However, large scale hydropower projects bring unique risks, which has meant that private holders of finance have often been reluctant to invest. In Africa, the lack of available private financing for hydropower is a key constraint. This is unfortunate, because only about 8% of Africa’s hydropower potential has been tapped, leaving a huge unmet market need, and lots of ROI on the table. Further, when private finance is included, it often comes with restrictive terms that make projects less tenable.
As one key example, there is a disconnect between debt tenor and the useful life of most facilities. Hydropower plants can often produce for 50 years and more, but debt maturities from many institutions are rarely longer than 15-18 years, and sometimes shorter. This arrangement forces tariffs unnecessarily high during the early years of operation in order to meet debt servicing obligations; it also has the effect of limiting debt-equity ratios to preserve higher debt coverage. For a large project with which I am very familiar, the difference between a 15-year and 30-year tenor drives the tariff up by nearly 15%, holding all else equal.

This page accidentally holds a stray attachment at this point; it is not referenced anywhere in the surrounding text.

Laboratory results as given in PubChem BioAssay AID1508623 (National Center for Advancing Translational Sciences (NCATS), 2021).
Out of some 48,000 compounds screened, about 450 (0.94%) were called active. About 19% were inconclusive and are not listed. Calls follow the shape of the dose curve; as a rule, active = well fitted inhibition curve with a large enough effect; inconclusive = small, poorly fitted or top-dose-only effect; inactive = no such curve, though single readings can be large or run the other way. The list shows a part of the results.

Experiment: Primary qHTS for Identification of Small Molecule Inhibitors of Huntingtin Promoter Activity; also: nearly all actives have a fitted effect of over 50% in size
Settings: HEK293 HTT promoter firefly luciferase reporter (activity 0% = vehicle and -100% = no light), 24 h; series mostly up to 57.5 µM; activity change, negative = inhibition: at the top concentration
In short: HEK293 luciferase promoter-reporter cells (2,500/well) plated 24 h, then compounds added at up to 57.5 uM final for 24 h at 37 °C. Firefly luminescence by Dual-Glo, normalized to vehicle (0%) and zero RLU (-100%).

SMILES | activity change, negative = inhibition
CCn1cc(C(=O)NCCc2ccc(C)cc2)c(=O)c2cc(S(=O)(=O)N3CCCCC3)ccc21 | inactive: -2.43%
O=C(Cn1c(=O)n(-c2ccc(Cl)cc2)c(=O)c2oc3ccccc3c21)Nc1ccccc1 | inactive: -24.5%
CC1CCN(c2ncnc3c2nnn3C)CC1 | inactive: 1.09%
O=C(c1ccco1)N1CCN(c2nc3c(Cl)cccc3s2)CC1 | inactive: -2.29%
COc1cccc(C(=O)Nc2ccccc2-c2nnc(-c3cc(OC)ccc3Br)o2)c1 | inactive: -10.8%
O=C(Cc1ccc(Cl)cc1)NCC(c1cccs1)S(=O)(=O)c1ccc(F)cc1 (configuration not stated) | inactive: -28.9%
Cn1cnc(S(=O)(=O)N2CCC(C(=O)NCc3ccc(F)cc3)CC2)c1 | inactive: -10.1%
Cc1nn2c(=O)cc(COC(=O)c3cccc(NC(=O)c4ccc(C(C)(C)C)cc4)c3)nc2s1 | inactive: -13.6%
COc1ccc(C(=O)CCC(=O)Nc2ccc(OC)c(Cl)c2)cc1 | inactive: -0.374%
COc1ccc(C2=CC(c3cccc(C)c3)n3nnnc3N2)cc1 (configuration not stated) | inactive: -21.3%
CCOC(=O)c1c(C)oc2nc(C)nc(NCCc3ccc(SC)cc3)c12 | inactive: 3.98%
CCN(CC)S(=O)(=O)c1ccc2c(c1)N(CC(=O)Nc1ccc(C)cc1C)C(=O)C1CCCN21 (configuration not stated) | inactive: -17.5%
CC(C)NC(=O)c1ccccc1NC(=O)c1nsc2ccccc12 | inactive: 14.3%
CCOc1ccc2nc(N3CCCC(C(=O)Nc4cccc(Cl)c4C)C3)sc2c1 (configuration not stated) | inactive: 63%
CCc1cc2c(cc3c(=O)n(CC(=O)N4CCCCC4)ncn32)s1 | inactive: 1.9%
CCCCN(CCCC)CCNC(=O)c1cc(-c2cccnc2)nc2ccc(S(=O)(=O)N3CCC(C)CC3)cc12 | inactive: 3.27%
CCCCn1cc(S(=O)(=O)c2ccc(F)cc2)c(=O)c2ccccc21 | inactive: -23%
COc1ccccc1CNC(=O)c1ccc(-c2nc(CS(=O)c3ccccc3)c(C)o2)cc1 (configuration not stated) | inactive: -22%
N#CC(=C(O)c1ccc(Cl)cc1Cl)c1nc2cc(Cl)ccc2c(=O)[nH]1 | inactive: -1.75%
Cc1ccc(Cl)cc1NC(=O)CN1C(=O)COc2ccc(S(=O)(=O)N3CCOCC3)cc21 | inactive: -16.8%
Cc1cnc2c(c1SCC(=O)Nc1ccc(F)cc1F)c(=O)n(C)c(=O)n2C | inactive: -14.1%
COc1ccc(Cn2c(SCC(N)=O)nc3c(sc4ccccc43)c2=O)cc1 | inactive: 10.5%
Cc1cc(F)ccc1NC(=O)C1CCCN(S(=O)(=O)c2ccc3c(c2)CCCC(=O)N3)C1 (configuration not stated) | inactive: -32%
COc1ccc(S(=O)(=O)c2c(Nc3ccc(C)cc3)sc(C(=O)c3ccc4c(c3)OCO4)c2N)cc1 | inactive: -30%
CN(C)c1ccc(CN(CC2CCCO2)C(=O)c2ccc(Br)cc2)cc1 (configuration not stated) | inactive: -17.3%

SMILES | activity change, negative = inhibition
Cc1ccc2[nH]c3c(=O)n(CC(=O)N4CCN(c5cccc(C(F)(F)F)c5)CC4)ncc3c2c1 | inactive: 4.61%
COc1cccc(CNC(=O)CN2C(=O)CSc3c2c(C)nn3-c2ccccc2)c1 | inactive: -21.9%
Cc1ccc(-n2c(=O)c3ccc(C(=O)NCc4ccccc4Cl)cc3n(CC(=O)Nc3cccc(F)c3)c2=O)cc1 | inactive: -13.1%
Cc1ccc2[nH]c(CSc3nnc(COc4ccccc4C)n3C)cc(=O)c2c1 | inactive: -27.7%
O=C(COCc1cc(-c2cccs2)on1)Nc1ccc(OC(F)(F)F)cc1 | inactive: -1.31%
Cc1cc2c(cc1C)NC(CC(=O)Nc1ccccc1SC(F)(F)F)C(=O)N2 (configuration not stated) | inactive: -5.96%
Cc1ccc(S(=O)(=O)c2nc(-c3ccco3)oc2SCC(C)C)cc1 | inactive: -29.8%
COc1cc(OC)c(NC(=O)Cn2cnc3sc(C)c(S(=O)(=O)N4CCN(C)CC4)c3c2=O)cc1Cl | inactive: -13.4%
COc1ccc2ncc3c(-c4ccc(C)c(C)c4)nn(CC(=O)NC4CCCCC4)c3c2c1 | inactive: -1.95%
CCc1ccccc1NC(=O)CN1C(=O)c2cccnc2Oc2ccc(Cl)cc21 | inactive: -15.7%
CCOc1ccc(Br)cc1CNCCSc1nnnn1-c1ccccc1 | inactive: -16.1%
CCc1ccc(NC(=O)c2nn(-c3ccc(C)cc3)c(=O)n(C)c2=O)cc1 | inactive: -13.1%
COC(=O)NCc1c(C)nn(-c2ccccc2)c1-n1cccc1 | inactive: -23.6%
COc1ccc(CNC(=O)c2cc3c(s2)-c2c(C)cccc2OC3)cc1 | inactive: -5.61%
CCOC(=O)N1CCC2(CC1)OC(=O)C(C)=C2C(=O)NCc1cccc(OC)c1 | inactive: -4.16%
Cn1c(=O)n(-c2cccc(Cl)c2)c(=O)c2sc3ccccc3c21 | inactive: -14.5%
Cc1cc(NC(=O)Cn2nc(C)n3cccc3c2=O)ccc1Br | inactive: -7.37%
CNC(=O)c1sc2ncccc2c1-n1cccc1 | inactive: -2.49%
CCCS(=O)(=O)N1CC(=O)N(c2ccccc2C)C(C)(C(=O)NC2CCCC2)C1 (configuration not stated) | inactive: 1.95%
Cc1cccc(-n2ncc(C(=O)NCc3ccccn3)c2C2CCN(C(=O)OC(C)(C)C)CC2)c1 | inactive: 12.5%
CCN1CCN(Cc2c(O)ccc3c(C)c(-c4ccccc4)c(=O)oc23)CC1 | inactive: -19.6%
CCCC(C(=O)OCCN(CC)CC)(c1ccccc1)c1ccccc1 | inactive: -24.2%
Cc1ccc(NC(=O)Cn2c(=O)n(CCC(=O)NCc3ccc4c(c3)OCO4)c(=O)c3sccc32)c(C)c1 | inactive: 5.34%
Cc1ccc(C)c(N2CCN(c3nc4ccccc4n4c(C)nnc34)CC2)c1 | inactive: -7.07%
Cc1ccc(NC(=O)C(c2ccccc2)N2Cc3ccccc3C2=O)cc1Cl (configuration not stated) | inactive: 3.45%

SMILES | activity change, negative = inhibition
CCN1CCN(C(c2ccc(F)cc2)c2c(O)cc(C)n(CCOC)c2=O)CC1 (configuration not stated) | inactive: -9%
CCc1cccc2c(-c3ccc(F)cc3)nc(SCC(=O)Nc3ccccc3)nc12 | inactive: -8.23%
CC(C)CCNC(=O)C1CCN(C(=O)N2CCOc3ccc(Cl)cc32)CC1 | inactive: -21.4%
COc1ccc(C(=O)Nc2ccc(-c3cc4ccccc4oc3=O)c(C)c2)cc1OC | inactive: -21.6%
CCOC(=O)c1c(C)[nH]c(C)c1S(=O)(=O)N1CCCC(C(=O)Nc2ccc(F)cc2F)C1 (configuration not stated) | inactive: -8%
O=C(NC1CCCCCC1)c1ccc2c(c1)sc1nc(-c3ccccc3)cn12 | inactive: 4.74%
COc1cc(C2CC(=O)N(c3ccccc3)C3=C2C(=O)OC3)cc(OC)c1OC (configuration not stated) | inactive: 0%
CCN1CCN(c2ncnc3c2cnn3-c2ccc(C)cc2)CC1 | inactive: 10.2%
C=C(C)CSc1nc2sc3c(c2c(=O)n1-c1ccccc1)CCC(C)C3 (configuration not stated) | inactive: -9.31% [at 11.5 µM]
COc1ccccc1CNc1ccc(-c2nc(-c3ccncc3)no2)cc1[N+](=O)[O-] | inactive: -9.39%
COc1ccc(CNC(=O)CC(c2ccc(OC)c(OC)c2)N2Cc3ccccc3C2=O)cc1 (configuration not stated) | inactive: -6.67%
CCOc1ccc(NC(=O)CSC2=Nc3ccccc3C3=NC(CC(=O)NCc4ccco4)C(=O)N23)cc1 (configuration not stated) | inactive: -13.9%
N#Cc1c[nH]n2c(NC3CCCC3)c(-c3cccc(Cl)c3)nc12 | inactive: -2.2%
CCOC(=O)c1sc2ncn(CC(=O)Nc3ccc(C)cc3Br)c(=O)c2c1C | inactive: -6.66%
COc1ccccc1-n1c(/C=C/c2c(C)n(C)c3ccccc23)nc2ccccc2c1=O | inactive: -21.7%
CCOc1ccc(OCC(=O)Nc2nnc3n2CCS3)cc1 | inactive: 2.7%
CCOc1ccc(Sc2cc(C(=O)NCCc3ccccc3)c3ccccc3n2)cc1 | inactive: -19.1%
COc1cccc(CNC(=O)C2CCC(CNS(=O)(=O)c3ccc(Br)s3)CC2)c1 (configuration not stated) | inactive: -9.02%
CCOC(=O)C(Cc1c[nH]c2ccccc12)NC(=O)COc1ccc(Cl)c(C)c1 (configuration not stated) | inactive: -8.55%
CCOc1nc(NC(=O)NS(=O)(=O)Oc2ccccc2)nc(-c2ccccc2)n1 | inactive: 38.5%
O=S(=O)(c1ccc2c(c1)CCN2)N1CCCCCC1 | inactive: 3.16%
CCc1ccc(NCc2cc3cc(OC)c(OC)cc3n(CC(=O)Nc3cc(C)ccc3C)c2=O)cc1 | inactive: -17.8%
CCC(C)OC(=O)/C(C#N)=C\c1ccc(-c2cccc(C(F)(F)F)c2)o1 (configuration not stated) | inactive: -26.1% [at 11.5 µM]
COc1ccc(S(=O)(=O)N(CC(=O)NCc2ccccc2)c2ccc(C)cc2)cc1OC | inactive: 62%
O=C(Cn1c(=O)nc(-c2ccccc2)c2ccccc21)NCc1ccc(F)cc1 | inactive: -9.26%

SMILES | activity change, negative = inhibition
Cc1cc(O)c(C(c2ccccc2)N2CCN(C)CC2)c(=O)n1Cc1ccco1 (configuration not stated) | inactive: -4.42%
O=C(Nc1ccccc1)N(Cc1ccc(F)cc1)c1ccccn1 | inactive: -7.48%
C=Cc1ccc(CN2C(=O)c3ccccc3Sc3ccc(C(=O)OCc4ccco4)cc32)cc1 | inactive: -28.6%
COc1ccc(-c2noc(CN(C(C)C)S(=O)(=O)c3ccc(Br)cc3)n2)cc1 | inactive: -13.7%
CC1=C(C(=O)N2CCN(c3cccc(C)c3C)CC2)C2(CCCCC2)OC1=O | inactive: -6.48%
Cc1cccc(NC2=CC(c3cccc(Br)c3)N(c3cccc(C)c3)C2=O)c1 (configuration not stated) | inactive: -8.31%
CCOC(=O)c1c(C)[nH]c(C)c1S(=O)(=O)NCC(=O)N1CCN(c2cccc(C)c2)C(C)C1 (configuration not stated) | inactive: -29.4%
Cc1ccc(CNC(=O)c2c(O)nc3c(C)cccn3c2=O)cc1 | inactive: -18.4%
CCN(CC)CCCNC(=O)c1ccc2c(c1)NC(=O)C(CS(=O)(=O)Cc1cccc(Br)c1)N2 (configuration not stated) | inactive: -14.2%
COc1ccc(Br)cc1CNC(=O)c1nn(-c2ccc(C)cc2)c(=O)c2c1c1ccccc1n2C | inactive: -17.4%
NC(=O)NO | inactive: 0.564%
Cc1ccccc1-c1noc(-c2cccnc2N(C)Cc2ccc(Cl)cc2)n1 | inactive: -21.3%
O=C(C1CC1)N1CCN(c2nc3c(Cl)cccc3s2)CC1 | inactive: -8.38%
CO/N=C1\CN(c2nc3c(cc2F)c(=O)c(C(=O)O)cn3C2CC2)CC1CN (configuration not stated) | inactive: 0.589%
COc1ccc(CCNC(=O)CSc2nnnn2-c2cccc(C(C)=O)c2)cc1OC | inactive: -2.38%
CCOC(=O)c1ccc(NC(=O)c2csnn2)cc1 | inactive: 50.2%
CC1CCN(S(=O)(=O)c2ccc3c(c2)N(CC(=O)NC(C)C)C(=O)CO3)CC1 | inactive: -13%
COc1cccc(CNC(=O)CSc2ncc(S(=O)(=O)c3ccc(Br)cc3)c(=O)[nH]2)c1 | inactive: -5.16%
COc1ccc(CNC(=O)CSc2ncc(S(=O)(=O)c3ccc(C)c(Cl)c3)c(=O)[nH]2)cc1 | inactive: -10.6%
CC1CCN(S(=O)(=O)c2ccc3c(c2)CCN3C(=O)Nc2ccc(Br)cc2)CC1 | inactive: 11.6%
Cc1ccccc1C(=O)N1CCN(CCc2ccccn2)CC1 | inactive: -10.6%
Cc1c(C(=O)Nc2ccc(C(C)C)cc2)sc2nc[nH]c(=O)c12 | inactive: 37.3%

All of these effects make privately funded hydropower less competitive than many other power sources. So, most recent projects have been completed with public funds since public funds tend to come with longer maturities and concessional lending rates. But public funding introduces different problems. It can drive down the cost of electricity, distorting tariffs and skewing incentives, potentially discouraging other generation investments.
Today there is a growing consensus to increase private investment across all infrastructure types. One way to do this, as advocated by Africa50, is for development finance institutions to help private lenders extend loan tenors toward 30 years for hydropower, by offering partial risk or credit guarantees. With the resulting higher credit rating, projects can look more attractive to institutional investors that have an appetite for long-term bonds. Governments can also help by offering longer-term power purchase agreements and pursuing policies that deepen local capital markets.